Cyber Bullying 101: Faculty at Bullitt Central High School learn how to deal


by Adam Walser

Posted on January 21, 2010 at 6:45 PM

Updated Friday, Jan 22 at 1:23 AM

(WHAS11) - Faculty members at Bullitt Central High School learn first-hand about the consequences of bullying just two months after a student was attacked there.

The father of a young woman who took her own life back in 2006 told his story and told them about the warning signs they should be looking for among their students.

Bullying has been going on in high school hallways and lunchrooms since the first schools were built.

 But when it happens these days, it's often captured with a camera phone, and the images or words are spread across campus in seconds through cyberspace.

On Thursday, teachers learned how to deal with this growing threat to student safety.

Surveying the hallways of Bullitt Central High, it's hard to tell who might be in danger, which of the 1,300 students fear for their lives, or are plotting to hurt others in person or on line.

Kaitlyn Hall was suddenly attacked by a girl she says she barely knew in the lunchroom last November.

“My nose is broke and my ribs are bruised from her sitting on me,” Hall said.  “Everybody was videotaping.”

The incident was circulated by cell phone, even sent to Kaitlyn's sister, who ran to find her.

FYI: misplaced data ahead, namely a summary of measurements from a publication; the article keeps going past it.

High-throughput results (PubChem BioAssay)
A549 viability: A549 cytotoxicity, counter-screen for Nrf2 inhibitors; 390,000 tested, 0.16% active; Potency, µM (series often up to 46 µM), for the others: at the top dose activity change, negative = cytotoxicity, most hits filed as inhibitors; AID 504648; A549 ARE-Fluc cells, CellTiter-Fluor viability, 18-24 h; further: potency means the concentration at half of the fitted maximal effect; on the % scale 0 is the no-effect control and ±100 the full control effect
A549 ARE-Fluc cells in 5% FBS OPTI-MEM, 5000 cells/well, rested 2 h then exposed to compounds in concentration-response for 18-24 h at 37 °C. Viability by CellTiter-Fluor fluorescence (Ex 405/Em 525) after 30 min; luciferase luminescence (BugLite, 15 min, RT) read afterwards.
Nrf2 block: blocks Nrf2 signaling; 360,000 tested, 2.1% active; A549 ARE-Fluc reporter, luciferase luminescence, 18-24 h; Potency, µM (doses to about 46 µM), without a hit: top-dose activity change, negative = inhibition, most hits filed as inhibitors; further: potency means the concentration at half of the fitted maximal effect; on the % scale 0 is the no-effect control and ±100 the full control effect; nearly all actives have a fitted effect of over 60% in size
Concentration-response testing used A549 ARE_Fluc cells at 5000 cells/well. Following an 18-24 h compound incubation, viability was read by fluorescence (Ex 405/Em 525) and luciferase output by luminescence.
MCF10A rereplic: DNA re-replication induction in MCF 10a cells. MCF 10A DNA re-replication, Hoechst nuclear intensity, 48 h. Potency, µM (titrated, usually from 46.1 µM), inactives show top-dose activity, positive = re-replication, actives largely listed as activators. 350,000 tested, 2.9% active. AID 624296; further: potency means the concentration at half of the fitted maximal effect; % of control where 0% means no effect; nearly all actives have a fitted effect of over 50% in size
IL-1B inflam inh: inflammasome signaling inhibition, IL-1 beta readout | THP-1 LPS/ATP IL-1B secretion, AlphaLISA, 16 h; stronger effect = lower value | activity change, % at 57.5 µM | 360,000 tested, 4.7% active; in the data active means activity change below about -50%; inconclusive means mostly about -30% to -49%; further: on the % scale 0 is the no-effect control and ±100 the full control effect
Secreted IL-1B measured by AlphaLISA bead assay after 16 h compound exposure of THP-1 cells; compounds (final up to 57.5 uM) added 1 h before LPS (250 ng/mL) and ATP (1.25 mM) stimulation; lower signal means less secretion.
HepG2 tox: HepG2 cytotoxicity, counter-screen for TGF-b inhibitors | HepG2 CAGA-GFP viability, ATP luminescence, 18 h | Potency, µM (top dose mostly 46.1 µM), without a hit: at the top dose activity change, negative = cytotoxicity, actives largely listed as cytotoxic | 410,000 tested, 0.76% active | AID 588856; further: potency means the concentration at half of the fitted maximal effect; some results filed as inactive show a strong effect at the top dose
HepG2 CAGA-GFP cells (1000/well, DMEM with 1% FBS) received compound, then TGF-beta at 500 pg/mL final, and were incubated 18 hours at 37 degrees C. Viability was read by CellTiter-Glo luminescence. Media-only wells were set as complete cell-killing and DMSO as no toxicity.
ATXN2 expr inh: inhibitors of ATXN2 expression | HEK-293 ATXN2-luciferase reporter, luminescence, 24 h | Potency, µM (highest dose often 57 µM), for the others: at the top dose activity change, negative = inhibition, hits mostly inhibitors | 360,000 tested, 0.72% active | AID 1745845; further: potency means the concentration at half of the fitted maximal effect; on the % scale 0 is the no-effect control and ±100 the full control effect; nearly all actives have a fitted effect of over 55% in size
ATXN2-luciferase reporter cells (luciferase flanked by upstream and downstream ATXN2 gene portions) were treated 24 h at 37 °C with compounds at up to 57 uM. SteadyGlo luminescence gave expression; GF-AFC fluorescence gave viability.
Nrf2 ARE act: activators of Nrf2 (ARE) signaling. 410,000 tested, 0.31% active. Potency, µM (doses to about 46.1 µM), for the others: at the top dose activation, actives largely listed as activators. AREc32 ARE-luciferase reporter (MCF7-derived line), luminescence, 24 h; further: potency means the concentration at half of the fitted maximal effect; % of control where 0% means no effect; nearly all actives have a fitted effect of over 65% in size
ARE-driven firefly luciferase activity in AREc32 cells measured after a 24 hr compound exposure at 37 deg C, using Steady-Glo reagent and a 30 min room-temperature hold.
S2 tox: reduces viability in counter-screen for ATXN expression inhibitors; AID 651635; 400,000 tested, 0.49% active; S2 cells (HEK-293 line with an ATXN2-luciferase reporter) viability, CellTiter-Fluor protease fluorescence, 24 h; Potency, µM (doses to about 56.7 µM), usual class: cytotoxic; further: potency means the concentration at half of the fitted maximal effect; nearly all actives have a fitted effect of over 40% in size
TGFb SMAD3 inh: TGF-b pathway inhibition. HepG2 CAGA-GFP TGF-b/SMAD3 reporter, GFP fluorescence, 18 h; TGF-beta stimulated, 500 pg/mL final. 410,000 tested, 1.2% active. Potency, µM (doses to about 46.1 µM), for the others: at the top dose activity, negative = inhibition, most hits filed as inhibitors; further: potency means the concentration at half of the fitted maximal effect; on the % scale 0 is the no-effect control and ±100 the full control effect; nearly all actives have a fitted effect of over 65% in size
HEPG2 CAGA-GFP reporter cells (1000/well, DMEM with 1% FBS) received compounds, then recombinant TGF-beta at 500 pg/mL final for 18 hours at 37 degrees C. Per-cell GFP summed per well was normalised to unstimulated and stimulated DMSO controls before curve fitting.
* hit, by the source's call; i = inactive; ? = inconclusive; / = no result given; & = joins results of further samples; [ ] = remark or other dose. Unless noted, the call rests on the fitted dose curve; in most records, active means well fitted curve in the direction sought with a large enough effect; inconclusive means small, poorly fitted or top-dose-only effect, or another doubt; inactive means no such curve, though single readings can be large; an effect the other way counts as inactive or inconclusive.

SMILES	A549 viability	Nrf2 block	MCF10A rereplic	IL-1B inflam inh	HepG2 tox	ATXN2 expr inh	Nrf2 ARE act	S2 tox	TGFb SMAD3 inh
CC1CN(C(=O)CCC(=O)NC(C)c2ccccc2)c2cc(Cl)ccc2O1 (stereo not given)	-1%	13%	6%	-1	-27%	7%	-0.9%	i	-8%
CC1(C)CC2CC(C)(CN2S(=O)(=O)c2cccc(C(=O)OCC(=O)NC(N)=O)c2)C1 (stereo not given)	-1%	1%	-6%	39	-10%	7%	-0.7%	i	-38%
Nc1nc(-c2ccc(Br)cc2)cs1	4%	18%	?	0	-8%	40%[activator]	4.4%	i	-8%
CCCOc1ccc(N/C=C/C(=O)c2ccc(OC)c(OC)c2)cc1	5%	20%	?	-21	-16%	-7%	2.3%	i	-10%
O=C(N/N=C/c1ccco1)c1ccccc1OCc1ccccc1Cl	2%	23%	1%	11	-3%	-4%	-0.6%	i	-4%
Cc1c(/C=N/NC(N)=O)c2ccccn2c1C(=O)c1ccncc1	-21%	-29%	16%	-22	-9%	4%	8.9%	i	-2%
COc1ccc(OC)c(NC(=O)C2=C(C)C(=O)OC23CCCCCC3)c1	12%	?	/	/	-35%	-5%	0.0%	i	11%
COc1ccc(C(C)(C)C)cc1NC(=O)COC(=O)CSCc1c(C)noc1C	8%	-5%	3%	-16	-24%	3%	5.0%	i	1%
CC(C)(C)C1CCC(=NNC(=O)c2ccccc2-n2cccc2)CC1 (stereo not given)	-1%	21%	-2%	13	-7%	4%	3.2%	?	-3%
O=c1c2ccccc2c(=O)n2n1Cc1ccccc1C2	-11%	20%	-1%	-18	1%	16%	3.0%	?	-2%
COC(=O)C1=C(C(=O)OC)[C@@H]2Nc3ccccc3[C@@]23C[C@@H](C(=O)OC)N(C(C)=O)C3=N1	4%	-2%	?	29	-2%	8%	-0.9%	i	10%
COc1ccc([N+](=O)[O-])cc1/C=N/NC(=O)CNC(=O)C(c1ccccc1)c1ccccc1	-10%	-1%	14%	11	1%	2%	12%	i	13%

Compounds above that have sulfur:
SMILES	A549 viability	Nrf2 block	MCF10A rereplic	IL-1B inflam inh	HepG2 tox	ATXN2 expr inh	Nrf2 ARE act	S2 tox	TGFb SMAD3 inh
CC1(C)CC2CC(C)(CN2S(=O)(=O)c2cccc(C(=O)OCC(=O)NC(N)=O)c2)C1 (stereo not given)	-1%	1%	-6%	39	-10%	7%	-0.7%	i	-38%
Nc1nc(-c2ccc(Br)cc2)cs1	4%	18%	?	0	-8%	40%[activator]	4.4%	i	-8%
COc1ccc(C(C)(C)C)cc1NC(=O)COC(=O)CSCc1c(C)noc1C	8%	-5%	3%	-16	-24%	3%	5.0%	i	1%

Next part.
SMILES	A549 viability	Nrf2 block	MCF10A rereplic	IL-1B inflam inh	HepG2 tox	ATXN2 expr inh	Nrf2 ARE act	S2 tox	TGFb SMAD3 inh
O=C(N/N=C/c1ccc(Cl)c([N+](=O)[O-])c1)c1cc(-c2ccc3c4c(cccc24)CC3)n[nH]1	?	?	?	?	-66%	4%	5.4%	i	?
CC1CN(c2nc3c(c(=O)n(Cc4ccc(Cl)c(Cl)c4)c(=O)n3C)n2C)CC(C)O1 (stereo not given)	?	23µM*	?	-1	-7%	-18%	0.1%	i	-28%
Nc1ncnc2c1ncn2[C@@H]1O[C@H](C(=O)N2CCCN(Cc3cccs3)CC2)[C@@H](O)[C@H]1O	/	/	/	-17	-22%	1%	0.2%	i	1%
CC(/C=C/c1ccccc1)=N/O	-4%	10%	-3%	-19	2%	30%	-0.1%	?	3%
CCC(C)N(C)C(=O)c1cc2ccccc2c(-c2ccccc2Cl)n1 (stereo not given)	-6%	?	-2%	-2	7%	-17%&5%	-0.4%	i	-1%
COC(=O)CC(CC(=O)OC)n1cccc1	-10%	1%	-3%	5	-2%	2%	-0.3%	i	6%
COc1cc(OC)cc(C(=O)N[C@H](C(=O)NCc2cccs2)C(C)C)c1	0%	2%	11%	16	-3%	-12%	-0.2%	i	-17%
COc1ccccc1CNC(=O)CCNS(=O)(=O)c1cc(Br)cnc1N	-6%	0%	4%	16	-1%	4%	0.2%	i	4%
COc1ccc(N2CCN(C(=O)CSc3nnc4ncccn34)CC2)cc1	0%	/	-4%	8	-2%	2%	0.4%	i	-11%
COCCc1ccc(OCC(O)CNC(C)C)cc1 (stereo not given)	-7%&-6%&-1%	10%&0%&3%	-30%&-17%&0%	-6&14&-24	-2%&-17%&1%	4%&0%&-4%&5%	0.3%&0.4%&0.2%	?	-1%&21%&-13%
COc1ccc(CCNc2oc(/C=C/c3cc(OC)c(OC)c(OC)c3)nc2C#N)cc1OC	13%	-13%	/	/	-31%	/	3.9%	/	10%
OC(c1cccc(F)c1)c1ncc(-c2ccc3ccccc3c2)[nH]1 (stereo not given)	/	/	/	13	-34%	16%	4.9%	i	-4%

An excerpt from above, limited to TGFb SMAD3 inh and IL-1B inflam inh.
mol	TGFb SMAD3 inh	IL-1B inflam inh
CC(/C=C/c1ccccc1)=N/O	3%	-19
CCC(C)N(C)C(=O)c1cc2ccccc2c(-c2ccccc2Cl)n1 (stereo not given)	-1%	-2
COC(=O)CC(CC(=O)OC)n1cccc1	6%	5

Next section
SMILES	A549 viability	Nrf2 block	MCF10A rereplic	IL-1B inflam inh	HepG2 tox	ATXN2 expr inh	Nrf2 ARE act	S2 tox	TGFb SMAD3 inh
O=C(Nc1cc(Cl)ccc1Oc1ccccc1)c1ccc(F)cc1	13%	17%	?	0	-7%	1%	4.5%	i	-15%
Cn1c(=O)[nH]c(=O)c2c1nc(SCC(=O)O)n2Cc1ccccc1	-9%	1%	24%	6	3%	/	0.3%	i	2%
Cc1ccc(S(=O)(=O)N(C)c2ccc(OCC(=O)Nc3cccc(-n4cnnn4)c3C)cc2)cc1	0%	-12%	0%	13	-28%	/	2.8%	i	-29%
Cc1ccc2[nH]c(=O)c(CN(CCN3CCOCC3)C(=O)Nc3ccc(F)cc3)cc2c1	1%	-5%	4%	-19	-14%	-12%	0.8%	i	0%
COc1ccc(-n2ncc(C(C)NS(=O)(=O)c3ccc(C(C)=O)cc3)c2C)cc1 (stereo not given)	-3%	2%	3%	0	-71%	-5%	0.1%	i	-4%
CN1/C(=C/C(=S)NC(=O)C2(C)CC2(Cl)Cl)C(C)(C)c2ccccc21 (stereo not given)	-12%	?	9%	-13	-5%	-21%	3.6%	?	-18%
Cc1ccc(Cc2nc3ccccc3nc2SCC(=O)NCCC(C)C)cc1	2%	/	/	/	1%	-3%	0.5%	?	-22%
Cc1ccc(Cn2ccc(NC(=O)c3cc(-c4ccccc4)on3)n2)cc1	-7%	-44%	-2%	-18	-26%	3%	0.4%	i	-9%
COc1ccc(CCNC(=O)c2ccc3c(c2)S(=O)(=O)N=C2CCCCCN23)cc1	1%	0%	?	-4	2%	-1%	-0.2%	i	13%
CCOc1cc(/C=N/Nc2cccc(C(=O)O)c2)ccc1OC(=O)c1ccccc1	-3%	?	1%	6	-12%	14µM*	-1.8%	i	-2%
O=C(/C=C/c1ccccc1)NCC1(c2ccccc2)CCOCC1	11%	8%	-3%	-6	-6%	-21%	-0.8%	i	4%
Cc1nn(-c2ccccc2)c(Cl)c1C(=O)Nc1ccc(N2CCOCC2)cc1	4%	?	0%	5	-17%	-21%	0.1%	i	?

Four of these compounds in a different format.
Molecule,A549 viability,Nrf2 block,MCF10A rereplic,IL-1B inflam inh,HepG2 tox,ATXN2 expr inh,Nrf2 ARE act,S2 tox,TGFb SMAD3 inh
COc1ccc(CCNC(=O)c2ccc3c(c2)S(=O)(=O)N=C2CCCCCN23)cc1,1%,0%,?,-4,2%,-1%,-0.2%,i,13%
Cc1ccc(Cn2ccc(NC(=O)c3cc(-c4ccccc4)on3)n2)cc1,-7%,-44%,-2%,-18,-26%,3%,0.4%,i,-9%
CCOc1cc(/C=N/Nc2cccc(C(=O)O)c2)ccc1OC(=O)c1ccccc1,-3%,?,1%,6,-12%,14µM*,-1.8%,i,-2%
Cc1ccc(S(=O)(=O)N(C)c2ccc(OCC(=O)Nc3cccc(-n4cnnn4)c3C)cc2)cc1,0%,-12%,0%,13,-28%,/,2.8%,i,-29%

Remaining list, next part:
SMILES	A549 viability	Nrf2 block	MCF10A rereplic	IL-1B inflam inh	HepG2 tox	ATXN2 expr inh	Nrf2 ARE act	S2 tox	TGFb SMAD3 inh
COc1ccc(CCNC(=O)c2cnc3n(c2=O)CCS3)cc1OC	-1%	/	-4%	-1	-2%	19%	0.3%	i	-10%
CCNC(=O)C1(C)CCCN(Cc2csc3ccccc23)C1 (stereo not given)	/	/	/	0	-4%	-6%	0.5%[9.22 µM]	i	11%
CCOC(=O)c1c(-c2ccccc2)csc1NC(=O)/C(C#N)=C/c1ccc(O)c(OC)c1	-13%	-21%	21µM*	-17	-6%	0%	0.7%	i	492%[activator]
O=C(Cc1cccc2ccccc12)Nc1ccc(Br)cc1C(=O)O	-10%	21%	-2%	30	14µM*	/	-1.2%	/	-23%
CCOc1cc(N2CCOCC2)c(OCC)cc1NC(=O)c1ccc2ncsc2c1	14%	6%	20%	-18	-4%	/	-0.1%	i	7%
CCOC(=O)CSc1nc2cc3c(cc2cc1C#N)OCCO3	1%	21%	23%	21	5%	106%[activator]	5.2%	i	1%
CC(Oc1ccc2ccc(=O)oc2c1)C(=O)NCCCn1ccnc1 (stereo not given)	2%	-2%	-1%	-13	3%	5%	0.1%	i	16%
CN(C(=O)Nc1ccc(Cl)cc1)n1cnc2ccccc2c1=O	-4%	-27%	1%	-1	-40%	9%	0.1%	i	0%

“She was covered in blood. her clothes were bloody,” said Markaela Oller, Kaitlyn’s sister. “Her shoes were bloody. Everything was just blood and I sat there and cried with her.”

The incident led the school to hold a teacher training session aimed at addressing bullying.

The speaker was Mark Neblett, whose daughter Rachael, an East Bullitt High School student, received anonymous  on line threats on her MySpace account for two months. 

“I did not recognize it,” said Neblett. “I was old school. I was telling my daughter "don't worry about it. this kid's gonna forget you tomorrow and move on to someone else.’”

The bully didn't stop until Rachael took her own life.

“That's the hardest thing I learned in the death of my daughter is being old school , we can't do that anymore. we've got to get out of it.”

The teachers were taught the warning signs and how or when to intervene.

“You're looking over your shoulder the whole time. You can't learn,” said Neblett.

 They'll pass their new knowledge along to students next week….the people with the real power to stop it.